How to Detect Melanoma

Moles are often harmless. Sometimes, they are even considered as beauty marks. Take Cindy Crawford for example. Without her distinguishable mole, she would not have been the supermodel every person growing up in the 90s knew.

There are moles, however, that can be life-threatening. Melanoma, which is characterized by the development of a cancerous mole, is one of the deadliest types of skin cancer. Ask any dermatologist in Salem, and they will tell you that removing this mole as soon as possible is the best way to prevent cancer from spreading.

What Are the Signs?

Fortunately, it is quite easy to spot melanoma. You only have to check the moles on your skin if any has changed in size, shape, color, texture, or asymmetry. You can use the following categories to see if any of the moles in your body has turned cancerous.

Asymmetry – When your mole has an irregular shape, like a rectangular shape rather than a circular one, you should have it checked with your dermatologist.

Border – Feel your mole and check if the edge is irregular or notched. Most mole edges are smooth, so your mole should not feel rugged. Also, see if any of your moles have grown too big. Cancerous moles often grow larger than a pencil eraser.

Color – A normal mole often sports a uniformed color. If your mole has dark spots in some areas, have yourself checked for melanoma.

Texture – See if your mole seems to be changing in texture. For example, is your mole on the arm starting to become scaly instead of being smooth? Also, if your mole bleeds now and then, you should consult your physician to see if you have skin cancer.

Evolving – When your mole seems to be changing its shape, size, color and texture, you could be developing a melanoma. Go to your dermatologist to have it checked so that if it is melanoma, it can be extracted right away to keep the cancer cells from spreading.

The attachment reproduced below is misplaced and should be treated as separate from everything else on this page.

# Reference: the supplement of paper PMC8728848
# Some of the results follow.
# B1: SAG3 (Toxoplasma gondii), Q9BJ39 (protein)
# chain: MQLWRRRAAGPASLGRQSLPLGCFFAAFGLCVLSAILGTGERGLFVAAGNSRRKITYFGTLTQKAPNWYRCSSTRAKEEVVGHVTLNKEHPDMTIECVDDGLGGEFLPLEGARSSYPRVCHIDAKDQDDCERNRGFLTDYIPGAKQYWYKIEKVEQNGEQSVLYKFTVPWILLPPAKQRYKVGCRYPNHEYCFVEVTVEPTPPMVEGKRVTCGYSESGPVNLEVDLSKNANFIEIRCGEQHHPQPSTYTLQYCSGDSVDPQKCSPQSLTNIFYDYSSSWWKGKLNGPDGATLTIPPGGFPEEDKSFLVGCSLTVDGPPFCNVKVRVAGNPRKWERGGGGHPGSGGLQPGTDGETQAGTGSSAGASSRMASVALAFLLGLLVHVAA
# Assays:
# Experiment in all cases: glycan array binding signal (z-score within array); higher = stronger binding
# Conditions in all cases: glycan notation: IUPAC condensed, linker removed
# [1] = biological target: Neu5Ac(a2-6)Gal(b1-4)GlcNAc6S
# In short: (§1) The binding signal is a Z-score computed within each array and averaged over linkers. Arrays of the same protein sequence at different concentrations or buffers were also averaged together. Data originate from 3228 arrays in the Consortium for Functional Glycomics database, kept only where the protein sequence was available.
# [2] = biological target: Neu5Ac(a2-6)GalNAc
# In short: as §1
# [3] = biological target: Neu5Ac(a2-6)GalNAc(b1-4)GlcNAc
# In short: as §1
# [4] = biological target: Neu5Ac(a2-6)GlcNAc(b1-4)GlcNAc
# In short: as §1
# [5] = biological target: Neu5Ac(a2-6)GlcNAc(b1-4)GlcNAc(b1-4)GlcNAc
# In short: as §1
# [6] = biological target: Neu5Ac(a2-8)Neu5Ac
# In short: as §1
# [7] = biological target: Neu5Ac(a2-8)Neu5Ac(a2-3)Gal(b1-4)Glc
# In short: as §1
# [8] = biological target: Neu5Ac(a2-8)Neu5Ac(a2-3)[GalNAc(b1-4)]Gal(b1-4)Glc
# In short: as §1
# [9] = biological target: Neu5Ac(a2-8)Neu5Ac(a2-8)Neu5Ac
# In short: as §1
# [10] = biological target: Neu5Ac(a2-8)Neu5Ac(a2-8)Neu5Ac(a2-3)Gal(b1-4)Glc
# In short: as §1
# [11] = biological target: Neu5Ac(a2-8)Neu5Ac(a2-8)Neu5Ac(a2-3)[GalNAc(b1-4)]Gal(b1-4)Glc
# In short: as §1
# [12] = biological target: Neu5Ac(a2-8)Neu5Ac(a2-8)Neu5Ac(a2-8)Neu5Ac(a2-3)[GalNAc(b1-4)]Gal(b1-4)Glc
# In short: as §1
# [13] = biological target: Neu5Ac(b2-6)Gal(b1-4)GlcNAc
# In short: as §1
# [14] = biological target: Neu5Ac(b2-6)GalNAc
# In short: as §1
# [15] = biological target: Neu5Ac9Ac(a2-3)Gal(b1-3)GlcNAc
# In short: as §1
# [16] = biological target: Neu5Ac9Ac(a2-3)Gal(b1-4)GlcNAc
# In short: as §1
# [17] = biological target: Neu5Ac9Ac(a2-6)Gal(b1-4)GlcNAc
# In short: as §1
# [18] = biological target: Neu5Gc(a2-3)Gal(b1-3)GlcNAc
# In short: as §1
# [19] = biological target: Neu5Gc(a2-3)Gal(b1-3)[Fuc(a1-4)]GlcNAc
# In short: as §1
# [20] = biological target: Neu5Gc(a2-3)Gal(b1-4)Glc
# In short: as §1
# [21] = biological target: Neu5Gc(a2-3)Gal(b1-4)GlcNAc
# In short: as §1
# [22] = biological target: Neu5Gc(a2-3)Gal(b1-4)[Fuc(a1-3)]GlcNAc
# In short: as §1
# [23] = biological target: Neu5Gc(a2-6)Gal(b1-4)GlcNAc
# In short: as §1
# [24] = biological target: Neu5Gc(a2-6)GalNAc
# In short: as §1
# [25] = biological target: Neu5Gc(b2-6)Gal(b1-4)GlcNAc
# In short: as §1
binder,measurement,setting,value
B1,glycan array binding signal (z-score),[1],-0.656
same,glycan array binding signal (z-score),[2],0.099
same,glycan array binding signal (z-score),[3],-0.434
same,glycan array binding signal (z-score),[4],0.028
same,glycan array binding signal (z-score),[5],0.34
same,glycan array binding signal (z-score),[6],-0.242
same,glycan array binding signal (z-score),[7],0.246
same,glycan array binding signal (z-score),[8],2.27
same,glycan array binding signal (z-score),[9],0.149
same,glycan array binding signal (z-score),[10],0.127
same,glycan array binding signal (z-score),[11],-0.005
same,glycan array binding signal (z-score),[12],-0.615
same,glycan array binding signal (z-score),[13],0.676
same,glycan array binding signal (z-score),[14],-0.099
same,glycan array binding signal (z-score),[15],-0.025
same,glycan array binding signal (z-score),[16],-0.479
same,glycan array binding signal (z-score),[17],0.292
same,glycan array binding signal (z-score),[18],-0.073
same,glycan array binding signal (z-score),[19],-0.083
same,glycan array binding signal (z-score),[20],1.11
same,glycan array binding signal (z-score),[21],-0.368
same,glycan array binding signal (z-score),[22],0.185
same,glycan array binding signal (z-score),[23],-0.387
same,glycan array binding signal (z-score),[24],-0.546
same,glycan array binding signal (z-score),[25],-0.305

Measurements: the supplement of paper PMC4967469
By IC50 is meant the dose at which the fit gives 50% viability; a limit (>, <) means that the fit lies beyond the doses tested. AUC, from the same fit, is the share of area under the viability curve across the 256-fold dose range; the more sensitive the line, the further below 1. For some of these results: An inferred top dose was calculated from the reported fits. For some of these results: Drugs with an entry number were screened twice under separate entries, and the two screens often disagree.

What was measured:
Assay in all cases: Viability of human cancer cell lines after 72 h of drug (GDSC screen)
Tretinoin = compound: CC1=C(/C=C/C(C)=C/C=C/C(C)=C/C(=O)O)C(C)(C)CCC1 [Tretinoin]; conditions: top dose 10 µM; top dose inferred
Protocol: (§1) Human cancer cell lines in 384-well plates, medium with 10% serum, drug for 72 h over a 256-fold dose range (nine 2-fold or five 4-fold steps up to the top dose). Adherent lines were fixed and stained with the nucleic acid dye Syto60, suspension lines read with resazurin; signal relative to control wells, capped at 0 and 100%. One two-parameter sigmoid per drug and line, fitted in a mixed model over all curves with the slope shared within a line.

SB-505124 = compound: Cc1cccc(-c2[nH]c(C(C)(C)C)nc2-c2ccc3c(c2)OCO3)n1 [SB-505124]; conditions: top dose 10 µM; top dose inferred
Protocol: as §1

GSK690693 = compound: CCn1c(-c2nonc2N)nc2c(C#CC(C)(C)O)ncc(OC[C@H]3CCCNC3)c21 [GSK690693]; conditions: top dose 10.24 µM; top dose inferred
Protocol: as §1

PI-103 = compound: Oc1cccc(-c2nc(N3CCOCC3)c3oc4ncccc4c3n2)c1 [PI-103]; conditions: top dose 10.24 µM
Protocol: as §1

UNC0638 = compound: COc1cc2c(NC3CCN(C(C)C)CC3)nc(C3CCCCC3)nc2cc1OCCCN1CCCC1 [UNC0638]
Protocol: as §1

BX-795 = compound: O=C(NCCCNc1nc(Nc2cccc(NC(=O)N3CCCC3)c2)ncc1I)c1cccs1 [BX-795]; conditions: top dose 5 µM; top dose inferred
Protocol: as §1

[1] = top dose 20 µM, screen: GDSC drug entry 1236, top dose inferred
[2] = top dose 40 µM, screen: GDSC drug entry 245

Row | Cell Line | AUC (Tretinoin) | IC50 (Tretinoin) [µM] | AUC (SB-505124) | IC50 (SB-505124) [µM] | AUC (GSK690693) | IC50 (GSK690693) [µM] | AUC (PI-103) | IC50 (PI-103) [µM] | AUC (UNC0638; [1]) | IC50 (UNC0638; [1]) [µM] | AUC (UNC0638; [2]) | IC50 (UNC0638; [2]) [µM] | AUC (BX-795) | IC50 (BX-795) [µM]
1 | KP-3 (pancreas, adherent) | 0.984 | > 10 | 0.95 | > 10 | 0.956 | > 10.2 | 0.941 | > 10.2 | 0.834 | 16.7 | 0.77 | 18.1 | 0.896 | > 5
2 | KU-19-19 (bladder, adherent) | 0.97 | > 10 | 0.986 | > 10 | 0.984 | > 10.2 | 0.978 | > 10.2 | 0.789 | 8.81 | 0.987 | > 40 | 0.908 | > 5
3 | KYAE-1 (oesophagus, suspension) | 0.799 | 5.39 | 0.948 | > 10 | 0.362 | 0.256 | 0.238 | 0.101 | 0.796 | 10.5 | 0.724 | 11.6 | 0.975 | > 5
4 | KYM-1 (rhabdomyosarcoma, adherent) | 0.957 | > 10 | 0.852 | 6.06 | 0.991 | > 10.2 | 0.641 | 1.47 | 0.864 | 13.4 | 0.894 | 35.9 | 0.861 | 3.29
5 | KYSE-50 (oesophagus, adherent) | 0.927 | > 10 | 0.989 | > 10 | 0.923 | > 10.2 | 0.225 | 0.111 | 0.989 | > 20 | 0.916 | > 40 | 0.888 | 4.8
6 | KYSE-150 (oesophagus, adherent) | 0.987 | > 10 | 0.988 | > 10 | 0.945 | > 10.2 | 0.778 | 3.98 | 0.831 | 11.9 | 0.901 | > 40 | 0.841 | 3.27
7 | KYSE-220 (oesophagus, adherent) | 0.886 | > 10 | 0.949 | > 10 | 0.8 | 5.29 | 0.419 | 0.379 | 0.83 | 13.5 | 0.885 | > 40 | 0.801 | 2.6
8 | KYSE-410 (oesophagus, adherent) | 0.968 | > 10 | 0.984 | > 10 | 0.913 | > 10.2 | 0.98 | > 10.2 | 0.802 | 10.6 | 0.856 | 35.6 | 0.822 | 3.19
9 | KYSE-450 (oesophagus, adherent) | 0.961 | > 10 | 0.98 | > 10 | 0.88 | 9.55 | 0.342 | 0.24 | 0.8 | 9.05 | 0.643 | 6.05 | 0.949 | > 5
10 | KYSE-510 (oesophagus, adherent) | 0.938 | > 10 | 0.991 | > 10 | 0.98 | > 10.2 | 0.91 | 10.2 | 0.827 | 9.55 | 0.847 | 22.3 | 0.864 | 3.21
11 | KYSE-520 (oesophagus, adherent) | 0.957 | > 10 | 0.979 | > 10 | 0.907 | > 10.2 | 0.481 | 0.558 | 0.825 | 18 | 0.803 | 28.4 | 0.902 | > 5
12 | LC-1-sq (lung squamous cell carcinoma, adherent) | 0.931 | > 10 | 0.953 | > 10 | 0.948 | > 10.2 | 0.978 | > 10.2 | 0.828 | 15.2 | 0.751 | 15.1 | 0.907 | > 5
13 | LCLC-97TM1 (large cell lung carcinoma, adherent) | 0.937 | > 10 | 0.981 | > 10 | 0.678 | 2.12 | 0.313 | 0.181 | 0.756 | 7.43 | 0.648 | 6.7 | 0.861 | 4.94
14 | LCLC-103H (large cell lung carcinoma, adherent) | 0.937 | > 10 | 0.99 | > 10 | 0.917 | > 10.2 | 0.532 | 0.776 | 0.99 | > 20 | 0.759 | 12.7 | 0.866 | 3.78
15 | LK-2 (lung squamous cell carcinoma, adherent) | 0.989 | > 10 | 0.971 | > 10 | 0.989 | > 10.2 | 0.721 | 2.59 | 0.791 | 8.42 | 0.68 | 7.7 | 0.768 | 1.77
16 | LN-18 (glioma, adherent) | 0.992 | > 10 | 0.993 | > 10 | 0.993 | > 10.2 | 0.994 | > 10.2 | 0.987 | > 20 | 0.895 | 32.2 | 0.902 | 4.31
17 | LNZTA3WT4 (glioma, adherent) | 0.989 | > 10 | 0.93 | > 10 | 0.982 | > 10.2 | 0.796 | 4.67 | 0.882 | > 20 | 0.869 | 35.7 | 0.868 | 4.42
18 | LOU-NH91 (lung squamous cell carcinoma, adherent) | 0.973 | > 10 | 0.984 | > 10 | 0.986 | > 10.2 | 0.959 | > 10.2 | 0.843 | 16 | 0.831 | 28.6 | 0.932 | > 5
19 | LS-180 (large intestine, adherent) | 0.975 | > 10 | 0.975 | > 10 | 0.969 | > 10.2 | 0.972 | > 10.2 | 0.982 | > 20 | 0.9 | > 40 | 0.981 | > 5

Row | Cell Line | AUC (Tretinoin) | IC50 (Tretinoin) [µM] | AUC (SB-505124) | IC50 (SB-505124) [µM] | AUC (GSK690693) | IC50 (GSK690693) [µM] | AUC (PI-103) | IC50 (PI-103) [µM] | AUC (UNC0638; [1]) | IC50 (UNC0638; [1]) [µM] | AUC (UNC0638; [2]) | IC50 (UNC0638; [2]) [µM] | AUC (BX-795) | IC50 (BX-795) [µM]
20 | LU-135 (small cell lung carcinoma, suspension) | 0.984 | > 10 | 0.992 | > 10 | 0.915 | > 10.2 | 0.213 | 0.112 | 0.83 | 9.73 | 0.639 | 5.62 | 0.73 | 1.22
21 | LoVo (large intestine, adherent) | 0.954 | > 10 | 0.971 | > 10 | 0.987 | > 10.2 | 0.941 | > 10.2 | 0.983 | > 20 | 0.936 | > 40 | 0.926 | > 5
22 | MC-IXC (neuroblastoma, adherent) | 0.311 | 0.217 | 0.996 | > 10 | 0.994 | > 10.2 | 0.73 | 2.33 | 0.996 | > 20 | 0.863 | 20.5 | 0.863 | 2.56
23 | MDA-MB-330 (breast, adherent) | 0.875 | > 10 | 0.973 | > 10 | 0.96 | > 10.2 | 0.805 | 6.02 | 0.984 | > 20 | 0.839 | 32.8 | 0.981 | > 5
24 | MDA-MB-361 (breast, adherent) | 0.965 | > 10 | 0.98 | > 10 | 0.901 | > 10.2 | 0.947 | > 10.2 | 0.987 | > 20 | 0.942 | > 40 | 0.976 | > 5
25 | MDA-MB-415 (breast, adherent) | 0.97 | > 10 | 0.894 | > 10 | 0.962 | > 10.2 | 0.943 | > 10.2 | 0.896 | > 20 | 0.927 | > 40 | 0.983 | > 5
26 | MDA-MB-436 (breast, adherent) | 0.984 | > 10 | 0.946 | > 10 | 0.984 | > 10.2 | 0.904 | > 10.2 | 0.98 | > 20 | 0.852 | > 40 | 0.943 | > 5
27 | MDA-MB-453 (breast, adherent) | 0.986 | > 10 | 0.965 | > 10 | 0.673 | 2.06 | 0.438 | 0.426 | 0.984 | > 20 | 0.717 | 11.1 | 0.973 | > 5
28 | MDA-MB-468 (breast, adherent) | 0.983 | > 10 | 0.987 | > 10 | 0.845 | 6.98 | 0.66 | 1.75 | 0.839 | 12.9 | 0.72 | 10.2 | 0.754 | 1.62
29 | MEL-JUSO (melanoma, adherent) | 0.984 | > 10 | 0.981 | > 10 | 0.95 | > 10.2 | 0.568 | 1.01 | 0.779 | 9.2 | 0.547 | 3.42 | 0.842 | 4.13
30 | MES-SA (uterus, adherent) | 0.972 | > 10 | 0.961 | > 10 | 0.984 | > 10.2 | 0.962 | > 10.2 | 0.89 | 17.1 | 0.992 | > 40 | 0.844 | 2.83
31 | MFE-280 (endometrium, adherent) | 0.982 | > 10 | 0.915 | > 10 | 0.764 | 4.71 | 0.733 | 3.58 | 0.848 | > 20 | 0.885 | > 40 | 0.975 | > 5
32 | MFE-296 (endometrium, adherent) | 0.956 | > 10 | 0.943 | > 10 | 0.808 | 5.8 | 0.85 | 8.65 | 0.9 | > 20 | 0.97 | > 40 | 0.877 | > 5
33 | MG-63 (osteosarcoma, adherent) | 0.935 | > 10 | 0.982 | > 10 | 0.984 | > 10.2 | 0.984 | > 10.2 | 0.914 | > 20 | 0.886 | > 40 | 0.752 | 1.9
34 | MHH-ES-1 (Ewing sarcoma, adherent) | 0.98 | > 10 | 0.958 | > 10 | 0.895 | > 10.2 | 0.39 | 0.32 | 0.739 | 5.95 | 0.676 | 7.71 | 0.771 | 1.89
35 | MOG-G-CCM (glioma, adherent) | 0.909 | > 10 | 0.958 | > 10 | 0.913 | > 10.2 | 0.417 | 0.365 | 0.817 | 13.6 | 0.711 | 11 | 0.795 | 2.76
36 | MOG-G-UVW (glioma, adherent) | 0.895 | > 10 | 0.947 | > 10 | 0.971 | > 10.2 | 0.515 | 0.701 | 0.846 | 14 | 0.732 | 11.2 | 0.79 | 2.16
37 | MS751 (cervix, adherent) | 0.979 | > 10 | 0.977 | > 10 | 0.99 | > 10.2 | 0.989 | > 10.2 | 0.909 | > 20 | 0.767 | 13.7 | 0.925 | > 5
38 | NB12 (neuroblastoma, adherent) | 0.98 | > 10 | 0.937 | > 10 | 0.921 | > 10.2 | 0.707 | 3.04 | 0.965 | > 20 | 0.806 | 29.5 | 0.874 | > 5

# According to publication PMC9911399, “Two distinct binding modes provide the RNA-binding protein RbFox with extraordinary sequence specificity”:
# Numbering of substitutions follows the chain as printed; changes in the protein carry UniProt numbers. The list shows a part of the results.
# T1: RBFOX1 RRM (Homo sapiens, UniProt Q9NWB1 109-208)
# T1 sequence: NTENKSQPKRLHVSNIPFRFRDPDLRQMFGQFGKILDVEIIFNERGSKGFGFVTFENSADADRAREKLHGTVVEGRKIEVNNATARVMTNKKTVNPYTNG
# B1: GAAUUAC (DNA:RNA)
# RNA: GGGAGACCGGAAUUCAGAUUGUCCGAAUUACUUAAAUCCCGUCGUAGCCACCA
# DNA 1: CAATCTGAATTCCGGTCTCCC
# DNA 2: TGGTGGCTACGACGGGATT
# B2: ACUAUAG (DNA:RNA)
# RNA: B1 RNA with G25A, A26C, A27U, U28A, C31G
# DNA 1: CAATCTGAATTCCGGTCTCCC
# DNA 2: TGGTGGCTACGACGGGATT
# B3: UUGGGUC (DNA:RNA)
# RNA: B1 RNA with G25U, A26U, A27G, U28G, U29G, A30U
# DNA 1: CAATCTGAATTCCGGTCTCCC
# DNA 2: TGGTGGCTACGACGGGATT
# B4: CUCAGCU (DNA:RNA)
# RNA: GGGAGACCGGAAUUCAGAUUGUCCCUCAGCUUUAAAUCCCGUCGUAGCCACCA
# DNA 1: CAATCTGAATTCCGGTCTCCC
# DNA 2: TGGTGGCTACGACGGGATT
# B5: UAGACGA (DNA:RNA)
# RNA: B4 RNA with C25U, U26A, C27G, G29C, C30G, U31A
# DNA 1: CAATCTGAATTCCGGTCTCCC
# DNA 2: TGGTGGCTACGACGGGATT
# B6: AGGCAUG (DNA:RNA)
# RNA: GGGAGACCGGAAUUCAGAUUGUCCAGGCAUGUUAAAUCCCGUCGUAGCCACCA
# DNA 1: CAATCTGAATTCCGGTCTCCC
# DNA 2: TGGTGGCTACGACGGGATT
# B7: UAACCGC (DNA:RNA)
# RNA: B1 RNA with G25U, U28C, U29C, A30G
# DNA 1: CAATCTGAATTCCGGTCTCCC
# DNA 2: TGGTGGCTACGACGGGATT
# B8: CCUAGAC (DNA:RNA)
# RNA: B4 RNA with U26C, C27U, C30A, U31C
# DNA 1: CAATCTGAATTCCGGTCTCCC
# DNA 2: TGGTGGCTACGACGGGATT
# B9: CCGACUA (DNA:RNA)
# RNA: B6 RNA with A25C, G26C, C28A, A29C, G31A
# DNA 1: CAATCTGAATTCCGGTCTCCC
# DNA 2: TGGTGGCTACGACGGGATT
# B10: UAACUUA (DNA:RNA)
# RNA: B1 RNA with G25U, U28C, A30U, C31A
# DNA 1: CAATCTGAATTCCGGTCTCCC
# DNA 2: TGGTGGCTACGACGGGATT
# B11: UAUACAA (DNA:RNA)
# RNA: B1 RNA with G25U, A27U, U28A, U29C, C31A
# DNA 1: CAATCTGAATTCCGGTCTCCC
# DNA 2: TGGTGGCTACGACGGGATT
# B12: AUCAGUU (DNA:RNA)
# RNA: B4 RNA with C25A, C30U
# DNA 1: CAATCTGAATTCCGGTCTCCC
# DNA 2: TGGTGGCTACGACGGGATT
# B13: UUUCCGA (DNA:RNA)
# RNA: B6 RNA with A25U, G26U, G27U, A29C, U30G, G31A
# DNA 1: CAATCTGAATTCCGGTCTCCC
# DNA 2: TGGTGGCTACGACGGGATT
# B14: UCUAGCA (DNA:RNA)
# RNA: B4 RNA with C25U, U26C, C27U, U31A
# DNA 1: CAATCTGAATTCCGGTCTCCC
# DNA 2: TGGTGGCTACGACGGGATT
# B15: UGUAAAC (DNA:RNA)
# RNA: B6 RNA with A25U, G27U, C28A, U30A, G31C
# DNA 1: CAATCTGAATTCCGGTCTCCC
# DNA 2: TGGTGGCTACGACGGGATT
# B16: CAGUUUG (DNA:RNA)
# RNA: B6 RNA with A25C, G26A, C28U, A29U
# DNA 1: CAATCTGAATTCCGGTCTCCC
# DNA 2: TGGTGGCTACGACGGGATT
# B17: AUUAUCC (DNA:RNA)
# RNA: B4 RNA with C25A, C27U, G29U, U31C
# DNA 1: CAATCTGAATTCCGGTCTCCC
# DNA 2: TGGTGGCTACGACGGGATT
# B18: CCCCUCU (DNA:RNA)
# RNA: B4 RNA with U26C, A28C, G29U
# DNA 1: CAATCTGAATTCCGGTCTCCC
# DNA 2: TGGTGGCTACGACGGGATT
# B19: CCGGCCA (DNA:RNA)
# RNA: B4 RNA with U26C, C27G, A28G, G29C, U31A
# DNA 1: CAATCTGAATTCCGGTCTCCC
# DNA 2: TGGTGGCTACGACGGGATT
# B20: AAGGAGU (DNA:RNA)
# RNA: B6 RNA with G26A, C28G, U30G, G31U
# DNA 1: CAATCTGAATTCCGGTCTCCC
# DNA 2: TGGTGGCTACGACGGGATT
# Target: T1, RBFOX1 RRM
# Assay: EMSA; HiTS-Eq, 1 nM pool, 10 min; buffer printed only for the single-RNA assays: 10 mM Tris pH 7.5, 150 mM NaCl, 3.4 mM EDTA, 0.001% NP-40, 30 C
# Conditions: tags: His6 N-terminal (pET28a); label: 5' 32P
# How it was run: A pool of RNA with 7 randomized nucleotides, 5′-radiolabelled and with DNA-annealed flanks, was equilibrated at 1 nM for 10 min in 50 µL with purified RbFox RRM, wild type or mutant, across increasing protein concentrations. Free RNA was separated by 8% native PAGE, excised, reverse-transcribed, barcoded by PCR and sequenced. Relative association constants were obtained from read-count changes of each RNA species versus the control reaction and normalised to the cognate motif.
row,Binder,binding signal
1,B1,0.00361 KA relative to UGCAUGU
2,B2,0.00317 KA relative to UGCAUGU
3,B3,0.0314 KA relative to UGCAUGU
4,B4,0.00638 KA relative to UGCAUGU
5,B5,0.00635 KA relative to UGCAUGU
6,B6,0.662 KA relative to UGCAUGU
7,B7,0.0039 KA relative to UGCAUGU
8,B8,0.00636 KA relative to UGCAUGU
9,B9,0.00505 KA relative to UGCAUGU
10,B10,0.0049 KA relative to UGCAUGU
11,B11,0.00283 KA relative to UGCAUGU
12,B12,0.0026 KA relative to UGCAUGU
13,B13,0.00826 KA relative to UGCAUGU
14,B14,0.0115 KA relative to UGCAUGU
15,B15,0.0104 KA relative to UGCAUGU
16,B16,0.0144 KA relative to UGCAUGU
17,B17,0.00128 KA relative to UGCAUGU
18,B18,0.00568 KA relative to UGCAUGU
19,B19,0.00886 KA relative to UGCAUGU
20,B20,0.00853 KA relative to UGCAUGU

What Are Other Symptoms?

There are also other ways to detect melanoma. This is good because some people may already be developing this type of skin cancer, but they are not exhibiting any of the symptoms mentioned above.

If you are not experiencing these signs, check for the following symptoms, too.

Persistent sores – If you have sores that do not seem to heal, you might be developing melanoma.

Itchiness, pain, or tenderness – You might write off your itching sensation to other skin conditions like eczema. But if your itching sensation comes with pain and tenderness, consult your physician immediately.

Eye problems – Are you finding it hard to see clearly? Have you suddenly lost your sense of sight? Have your iris checked for dark spots because these are possible indications of skin cancer.

You must detect the early signs of melanoma in order to prevent the cancer cells from spreading throughout your body. Be vigilant and always check your skin, especially your moles, for these symptoms.


About Author


Hazel Jane is a freelance writer, university student, and an avid reader. She has a passion for writing, skiing, and traveling the world.

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